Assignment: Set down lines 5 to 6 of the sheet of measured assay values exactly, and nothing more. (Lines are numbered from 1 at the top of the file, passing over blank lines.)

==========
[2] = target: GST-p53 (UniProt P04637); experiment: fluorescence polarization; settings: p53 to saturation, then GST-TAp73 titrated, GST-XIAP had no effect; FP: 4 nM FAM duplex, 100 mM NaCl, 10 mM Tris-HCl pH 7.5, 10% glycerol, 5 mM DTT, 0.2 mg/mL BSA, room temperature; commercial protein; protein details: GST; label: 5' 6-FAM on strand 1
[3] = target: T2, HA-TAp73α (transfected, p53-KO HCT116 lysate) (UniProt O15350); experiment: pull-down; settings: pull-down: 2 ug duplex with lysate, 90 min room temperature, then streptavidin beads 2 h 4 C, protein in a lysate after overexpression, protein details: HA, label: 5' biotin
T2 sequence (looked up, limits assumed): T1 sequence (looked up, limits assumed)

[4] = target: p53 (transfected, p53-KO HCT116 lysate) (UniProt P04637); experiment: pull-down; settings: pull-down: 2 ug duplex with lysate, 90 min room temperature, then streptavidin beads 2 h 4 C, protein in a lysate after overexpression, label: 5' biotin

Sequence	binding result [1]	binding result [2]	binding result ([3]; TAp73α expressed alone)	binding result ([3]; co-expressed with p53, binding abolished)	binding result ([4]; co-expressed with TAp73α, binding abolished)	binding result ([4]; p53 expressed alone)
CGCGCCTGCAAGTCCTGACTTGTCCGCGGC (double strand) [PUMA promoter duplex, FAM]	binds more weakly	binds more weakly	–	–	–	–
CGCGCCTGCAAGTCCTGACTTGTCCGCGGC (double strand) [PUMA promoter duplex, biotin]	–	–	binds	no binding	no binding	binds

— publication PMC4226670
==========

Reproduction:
Sequence	binding result [1]	binding result [2]	binding result ([3]; TAp73α expressed alone)	binding result ([3]; co-expressed with p53, binding abolished)	binding result ([4]; co-expressed with TAp73α, binding abolished)	binding result ([4]; p53 expressed alone)
CGCGCCTGCAAGTCCTGACTTGTCCGCGGC (double strand) [PUMA promoter duplex, FAM]	binds more weakly	binds more weakly	–	–	–	–